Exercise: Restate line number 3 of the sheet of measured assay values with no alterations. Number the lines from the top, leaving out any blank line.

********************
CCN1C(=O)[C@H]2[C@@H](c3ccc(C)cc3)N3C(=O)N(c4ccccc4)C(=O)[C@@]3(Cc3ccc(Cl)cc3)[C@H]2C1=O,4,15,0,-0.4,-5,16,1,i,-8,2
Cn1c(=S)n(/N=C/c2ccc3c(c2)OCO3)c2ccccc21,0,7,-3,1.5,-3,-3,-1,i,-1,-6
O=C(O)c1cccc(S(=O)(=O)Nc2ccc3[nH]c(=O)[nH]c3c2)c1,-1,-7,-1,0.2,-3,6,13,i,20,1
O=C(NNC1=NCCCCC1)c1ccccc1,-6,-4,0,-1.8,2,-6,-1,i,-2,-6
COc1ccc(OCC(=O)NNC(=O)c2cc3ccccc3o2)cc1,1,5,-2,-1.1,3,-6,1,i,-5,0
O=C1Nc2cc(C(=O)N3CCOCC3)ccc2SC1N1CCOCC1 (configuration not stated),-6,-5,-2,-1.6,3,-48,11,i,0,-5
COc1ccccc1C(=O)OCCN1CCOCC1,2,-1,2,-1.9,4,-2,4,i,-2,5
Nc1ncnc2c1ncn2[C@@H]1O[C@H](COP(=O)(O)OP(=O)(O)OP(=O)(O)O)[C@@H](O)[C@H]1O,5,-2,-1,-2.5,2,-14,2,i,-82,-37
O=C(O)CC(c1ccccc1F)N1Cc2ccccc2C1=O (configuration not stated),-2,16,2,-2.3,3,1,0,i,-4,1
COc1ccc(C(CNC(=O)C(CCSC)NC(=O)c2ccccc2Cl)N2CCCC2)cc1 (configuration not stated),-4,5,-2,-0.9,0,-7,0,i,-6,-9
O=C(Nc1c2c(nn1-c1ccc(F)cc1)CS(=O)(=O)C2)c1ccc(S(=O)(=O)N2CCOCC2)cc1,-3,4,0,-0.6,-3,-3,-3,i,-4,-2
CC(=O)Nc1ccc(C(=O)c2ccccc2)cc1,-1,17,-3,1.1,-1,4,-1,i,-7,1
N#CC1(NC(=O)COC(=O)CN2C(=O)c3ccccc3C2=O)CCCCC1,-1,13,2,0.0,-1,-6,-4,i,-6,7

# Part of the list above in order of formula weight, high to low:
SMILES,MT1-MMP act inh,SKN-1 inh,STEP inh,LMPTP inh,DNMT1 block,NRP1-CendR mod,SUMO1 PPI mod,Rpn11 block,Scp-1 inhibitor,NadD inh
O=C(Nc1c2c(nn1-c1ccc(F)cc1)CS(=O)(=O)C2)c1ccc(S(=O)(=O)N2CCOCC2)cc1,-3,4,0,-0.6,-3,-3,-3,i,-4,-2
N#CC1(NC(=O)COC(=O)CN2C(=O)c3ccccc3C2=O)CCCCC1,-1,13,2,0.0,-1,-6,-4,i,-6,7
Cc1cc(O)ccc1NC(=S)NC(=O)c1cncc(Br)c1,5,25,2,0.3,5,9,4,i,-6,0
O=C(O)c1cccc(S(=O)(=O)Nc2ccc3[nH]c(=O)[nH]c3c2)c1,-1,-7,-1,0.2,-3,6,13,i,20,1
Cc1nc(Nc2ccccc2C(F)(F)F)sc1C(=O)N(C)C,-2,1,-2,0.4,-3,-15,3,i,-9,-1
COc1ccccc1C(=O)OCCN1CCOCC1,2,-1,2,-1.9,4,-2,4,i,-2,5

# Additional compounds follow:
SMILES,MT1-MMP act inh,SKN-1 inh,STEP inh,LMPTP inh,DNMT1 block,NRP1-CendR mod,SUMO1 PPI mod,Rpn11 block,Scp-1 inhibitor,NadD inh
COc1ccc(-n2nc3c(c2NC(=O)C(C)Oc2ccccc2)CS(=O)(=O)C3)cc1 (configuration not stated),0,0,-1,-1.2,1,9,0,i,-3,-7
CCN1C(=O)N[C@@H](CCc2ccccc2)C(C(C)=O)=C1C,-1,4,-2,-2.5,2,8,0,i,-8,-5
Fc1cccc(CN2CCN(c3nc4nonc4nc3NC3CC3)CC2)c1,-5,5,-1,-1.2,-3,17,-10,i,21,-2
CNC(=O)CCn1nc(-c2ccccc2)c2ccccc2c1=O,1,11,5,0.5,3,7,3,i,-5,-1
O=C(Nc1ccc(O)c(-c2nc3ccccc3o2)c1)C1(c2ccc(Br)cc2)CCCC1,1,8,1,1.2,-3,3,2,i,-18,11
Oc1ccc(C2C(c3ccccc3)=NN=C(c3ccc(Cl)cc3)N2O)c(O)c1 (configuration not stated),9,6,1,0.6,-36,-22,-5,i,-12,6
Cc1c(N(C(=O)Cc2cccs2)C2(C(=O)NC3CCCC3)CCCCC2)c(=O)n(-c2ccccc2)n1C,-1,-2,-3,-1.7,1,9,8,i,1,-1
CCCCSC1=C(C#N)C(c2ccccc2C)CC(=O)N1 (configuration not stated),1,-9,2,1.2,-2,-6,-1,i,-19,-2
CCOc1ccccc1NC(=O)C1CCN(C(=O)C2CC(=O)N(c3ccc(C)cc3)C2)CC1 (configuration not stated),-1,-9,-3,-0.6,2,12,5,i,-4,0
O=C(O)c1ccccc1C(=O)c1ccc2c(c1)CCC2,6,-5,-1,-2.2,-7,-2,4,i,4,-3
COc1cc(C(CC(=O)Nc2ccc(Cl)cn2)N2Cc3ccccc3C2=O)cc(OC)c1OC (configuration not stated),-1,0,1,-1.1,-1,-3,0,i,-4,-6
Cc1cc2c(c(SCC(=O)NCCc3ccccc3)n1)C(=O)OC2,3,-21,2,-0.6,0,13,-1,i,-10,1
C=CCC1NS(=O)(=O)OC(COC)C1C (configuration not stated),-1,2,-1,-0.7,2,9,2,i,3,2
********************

O=C(O)c1cccc(S(=O)(=O)Nc2ccc3[nH]c(=O)[nH]c3c2)c1,-1,-7,-1,0.2,-3,6,13,i,20,1